Even if this is not the reason articulated by Defendants when adopting the guidelines, "[t]he burden is on the plaintiff to disprove every conceivable basis which might support the classification, 'whether or not the basis has a foundation in the record.'" Giacalone v. Wehner, 387 F. Supp. 2d 383, 385-385 (S.D.N.Y. 2005) (quoting Heller v. Doe, 509 U.S. 312, 320-321 (1993)).
Furthermore, even if the reason to adopt the challenged guidelines was to minimize the risks and side effects associated with chiropractic care, there is no question that limiting the maximum number of compensated referrals is rationally related to such purpose. Also, assuming arguendo that chiropractors and health professionals involved in the treatment of neuromusculoskeletal disorders are similarly situated in terms of the treatments' side effects and contraindications, the Equal Protection Clause allows Defendants to act "one step at a time." See Williamson, 348 U.S. at 489. In other words, Defendants were not required to reduce the number of compensated referrals to other professionals engaging in similar treatments. See Romer v. Evans, 517 U.S. 620, 632 (1996) (citations omitted) ("In the ordinary case, a law will be sustained if it can be said to advance a legitimate government interest, even if the law seems unwise or works to the disadvantage of a particular group, or if the rationale for it seems tenuous.").
Since "each profession has its own distinctive qualifications and licensing requirements," this Court concludes that there is a rational basis to distinguish between chiropractors and other healthcare providers. Crothers, 765 F.2d at 776 (finding that there was a "rational basis to distinguish between chiropractors and other healthcare providers in setting reasonable rates of reimbursement for their services."); see Giacalone v. Wehner, 387 F. Supp. 2d 383, 385-385 (S.D.N.Y. 2005) (dismissing an equal protection claim on the basis that there is a "rational basis for distinguishing chiropractors from physical therapists in the setting of rates for the workers' compensation and no-fault insurance programs"). As such, the Court finds that no equal protection violation was properly alleged. Plaintiffs' equal protection claim is hereby dismissed.
While Plaintiffs seem to suggest that the actions giving rise to their equal protection claim was the adoption of the new guidelines, the Court notes that the same reasoning applies to the inclusion of "Attachment A" to the new contracts. See Docket No. 28 at 38-39. Defendants were not required to include the same attachment to the new contracts of other health professionals because: (1) there is a rational basis to distinguish chiropractors from the other healthcare providers; and (2) the Equal Protection Clause allows Defendants to act one step at a time.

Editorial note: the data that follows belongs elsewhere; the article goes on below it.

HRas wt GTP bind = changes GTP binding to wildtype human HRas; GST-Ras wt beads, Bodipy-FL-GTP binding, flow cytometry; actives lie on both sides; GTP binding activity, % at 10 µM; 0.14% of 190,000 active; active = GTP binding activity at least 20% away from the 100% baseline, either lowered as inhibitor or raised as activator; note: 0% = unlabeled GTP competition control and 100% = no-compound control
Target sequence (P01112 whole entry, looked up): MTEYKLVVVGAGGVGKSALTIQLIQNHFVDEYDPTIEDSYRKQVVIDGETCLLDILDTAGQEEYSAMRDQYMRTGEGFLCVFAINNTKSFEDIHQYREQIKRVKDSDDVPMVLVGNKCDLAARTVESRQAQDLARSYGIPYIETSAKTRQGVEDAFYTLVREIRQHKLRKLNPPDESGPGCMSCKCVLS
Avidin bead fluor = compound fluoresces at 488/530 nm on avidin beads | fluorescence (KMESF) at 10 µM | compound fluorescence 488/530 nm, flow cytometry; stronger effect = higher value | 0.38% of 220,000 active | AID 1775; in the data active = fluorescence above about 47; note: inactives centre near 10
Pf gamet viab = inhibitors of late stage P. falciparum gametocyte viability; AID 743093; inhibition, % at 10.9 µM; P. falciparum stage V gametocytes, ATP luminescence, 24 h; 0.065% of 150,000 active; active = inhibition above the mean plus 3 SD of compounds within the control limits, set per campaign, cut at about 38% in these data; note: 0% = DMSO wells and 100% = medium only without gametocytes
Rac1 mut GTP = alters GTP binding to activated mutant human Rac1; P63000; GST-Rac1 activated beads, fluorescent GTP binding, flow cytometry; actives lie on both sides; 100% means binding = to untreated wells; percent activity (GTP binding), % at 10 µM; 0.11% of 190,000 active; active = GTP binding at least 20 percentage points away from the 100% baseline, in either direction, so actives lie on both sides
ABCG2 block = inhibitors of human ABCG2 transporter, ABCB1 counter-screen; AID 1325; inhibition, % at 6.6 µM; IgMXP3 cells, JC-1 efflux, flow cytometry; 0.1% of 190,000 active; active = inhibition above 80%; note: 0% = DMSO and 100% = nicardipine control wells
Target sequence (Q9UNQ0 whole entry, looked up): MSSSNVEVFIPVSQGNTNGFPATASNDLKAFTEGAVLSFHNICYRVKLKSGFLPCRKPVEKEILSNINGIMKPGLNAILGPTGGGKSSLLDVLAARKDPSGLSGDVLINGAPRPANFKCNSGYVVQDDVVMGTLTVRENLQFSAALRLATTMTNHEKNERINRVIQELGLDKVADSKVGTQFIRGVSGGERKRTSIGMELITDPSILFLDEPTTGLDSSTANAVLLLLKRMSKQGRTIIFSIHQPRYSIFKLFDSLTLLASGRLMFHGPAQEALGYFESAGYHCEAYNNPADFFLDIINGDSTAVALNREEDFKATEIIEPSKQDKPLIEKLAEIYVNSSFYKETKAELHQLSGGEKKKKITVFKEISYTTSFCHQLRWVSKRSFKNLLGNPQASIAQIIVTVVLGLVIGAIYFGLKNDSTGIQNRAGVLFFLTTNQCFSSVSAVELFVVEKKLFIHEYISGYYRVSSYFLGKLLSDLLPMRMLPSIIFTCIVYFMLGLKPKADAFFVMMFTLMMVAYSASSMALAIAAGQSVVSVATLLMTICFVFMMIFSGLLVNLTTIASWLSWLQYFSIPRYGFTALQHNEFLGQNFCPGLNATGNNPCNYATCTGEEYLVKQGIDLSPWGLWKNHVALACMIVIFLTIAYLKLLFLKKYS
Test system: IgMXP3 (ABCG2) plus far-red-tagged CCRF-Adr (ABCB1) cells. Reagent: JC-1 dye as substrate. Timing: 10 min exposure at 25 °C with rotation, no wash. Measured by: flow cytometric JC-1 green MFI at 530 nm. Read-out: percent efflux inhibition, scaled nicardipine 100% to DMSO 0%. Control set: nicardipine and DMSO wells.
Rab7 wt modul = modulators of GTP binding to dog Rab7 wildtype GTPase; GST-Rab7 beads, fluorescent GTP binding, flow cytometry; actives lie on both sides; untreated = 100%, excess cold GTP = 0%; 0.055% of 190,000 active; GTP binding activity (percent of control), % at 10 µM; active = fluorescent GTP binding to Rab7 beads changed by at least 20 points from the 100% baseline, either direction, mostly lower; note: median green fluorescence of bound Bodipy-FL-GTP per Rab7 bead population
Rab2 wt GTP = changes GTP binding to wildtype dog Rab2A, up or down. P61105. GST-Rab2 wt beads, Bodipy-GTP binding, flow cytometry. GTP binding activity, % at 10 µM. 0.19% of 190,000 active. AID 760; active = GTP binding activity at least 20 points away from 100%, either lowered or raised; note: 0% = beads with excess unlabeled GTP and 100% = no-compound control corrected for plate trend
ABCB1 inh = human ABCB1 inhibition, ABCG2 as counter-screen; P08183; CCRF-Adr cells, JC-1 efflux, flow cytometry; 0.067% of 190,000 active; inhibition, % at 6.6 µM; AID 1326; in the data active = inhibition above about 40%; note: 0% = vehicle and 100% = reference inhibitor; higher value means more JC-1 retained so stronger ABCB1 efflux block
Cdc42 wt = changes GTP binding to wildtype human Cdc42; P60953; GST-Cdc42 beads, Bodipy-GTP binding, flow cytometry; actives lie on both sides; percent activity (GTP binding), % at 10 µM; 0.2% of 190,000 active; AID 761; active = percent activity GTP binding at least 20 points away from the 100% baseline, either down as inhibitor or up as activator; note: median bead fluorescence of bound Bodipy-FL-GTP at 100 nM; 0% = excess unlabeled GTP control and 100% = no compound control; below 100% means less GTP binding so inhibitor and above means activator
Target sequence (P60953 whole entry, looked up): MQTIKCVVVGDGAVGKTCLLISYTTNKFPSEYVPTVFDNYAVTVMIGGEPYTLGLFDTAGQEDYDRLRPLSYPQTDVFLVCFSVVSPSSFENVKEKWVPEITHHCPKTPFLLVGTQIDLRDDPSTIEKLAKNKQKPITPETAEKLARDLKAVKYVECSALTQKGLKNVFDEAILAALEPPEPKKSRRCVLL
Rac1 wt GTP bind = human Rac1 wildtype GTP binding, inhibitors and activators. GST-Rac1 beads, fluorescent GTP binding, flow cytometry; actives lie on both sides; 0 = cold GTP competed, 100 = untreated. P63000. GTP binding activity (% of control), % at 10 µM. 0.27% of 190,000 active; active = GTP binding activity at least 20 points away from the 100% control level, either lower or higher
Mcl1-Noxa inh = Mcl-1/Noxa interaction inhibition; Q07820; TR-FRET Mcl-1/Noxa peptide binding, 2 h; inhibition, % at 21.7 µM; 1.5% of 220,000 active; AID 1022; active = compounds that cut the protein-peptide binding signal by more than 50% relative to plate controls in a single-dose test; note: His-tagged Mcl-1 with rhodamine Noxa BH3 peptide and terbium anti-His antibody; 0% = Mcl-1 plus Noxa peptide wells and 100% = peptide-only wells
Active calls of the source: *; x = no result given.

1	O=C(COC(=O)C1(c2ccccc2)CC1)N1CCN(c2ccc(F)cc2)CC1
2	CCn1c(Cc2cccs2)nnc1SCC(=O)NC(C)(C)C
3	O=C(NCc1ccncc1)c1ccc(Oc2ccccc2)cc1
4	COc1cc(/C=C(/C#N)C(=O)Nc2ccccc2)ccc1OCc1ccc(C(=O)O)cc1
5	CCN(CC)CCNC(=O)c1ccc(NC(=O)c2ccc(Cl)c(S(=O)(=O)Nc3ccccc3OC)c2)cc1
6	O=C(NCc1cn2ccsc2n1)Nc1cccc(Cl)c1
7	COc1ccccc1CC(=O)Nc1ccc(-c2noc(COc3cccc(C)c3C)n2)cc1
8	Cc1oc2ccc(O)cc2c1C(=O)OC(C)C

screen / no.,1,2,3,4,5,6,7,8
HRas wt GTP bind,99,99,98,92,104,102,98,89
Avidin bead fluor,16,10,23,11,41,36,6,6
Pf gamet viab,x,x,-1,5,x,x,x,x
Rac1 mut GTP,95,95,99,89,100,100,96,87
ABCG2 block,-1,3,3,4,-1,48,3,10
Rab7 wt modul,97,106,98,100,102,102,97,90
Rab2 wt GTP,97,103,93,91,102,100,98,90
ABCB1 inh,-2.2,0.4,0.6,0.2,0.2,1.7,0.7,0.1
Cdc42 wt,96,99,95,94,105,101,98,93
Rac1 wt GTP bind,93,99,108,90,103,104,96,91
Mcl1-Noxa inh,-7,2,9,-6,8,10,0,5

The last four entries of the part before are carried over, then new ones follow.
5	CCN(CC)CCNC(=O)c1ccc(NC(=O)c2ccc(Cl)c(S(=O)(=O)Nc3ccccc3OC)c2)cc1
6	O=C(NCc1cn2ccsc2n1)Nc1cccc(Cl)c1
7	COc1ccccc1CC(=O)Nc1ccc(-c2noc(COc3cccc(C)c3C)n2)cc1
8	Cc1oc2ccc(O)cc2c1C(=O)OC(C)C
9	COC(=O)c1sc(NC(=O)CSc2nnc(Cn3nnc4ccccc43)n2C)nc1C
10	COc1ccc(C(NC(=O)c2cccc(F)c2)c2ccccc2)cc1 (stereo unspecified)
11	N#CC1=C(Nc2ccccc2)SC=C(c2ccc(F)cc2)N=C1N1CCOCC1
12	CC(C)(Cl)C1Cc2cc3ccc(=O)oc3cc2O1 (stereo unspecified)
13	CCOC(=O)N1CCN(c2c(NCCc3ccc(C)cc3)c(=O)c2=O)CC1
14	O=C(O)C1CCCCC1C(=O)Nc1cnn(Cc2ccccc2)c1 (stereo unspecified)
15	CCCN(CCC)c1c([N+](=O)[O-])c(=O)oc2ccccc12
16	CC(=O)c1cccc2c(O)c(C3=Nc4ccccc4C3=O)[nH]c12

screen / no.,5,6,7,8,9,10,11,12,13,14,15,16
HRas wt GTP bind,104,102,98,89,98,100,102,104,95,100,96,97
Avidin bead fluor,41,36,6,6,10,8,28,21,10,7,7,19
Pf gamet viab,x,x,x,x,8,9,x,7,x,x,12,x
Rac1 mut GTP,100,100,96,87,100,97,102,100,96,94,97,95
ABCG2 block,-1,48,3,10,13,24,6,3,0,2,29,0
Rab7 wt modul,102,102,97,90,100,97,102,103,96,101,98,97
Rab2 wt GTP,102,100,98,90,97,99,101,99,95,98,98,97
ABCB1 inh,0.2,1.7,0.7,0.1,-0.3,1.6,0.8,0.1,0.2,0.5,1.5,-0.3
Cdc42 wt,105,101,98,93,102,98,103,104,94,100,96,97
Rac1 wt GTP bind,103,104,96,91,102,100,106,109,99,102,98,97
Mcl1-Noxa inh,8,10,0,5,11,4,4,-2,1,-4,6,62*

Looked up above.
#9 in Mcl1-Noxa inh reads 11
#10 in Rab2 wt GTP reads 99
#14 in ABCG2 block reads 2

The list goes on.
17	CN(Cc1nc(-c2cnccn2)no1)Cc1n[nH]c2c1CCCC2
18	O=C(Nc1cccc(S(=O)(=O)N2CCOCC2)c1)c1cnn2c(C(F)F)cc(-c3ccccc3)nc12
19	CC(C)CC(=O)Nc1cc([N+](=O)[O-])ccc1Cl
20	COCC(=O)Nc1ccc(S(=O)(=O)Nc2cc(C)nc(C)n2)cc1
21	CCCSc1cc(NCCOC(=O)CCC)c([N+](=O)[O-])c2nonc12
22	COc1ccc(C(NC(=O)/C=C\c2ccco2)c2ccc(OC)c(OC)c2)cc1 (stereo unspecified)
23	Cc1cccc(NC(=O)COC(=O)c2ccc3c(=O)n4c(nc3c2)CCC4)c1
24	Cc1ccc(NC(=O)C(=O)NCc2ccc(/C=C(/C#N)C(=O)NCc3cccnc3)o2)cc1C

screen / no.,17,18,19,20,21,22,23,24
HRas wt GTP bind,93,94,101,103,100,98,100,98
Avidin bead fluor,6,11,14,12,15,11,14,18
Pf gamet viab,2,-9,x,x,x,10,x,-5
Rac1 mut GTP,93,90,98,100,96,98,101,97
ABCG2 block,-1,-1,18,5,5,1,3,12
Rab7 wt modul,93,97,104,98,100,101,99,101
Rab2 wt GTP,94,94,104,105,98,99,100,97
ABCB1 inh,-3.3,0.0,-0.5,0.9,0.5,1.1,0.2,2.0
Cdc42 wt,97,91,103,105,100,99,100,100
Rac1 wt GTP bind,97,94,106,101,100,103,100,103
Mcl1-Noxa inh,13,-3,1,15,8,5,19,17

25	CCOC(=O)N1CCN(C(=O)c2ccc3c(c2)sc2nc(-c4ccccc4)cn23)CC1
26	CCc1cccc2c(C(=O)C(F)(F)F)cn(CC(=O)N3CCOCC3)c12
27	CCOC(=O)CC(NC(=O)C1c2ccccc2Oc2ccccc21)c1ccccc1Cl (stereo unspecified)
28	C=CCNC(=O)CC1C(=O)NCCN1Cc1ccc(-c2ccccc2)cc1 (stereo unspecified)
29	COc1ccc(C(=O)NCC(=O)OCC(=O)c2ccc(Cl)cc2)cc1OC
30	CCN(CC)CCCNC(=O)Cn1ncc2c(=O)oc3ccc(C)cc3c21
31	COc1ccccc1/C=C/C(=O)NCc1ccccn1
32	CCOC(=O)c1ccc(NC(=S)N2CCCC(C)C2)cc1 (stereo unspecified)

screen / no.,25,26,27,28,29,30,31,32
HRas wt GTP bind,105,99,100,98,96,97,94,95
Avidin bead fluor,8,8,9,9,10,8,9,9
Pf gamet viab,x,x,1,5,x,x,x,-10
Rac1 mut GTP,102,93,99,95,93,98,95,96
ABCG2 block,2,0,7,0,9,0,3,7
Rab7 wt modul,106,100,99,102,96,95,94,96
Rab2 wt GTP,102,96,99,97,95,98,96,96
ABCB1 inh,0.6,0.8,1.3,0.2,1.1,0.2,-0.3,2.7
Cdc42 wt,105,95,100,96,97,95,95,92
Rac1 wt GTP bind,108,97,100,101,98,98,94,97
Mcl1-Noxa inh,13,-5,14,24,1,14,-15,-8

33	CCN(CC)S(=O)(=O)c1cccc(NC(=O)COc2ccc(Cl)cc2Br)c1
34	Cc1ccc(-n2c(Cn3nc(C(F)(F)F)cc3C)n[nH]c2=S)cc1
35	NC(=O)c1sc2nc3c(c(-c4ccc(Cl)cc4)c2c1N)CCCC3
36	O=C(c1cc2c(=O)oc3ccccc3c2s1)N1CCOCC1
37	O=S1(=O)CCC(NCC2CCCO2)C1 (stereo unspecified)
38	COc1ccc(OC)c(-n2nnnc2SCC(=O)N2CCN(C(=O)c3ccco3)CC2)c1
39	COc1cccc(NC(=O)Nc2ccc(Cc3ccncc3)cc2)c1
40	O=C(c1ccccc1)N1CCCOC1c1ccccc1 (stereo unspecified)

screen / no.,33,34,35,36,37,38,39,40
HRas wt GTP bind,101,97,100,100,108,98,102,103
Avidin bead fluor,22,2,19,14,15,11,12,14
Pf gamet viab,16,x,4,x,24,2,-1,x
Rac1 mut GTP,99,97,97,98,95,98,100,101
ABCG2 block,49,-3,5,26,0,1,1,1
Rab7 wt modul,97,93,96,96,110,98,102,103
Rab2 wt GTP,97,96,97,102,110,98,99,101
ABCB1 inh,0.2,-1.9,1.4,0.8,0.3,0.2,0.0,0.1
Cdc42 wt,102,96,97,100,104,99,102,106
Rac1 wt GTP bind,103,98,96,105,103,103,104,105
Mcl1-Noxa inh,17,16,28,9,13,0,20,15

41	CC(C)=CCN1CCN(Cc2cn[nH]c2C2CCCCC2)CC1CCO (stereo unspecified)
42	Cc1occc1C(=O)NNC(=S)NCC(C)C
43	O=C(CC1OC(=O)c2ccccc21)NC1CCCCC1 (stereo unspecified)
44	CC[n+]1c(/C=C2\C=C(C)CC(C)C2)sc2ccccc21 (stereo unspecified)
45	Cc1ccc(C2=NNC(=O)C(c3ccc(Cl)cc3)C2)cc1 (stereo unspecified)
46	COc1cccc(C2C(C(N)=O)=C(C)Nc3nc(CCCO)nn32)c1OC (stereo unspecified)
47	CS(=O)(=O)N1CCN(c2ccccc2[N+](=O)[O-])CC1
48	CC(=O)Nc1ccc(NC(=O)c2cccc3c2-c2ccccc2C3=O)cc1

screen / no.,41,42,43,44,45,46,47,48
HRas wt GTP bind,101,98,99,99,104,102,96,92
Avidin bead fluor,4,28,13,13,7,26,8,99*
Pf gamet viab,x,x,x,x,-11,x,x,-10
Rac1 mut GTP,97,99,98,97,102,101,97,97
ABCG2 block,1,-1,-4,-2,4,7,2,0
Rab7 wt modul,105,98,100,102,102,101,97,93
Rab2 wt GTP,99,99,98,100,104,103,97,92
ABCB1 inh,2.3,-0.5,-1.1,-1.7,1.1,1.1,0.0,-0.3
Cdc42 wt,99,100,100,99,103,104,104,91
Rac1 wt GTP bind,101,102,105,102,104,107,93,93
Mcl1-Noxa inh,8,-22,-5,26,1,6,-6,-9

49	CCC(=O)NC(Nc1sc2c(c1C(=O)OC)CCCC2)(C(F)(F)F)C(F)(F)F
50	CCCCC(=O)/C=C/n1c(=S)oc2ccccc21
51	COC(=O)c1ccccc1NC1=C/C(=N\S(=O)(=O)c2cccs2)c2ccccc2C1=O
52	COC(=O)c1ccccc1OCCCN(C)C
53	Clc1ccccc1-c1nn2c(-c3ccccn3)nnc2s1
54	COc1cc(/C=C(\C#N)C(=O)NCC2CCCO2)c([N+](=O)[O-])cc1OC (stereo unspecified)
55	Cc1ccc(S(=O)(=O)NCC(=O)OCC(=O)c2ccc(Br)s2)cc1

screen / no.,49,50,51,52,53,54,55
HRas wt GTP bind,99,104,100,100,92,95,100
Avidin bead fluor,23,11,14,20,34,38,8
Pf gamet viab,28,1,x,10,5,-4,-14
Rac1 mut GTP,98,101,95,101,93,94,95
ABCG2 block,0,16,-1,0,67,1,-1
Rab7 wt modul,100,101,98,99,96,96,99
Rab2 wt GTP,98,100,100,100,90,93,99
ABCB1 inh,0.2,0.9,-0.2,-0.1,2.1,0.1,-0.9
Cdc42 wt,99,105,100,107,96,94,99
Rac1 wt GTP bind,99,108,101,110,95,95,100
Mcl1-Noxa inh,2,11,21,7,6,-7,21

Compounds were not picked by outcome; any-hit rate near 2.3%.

V. First Amendment Retaliation
Plaintiffs allege that Defendants' decision "to revoke and withdraw the already approved chiropractic services agreements just a few days after [the filing] of their original complaint" constitutes an adverse and retaliatory action against them for their exercise of First Amendment rights —specifically, the right to petition the Government for redress of grievances. Docket No. 28 at 50-51. Defendants, in turn, ask this Court to dismiss Plaintiffs' First Amendment retaliation claim because the chiropractic service agreements had already expired. Docket No. 30 at 58-62. Specifically, Defendants claim that Plaintiffs had no property interest in the renewal of their expired contracts and that the CFSE contracts included a no litigation clause. Id. It follows, according to Defendants, that the CFSE was within its right to refuse to renew the contracts. Id. Had Defendants bothered to conduct a scintilla of research, they would have realized that, not only did they fail to recite the law correctly, but also, their arguments fail as a matter of law.
It is not clear whether Plaintiffs' contracts had already expired or were in fact terminated. On the one hand, Plaintiffs' Opposition states that Defendants "revoked and withdrew the already approved . . . agreements just a few days after Plaintiffs filed their Complaint." Docket No. 41 at 24. According to the Amended Complaint, however, only Plaintiff Roman's contract was authorized for renewal and then revoked. See Docket No. 28 at 42-43. The other contracts had already expired and the CFSE chose not to extend or renew the service agreements. Id. Therefore, it appears that the alleged retaliatory action in this case was the non-renewal of Plaintiffs' contracts with CFSE.
According to Defendants, both the expired and the new proposed contracts included the following no litigation clause: "The Provider certifies that he or she currently has no litigation in process against any instrumentality of the Government of the Commonwealth of Puerto Rico, or any of its municipalities." Docket No. 30 at 60-61. This information was included as an Exhibit to the Motion to Dismiss. Id., Ex. 1. Therefore, Defendants essentially ask this Court to look beyond the four corners of the Amended Complaint at this early stage of the case.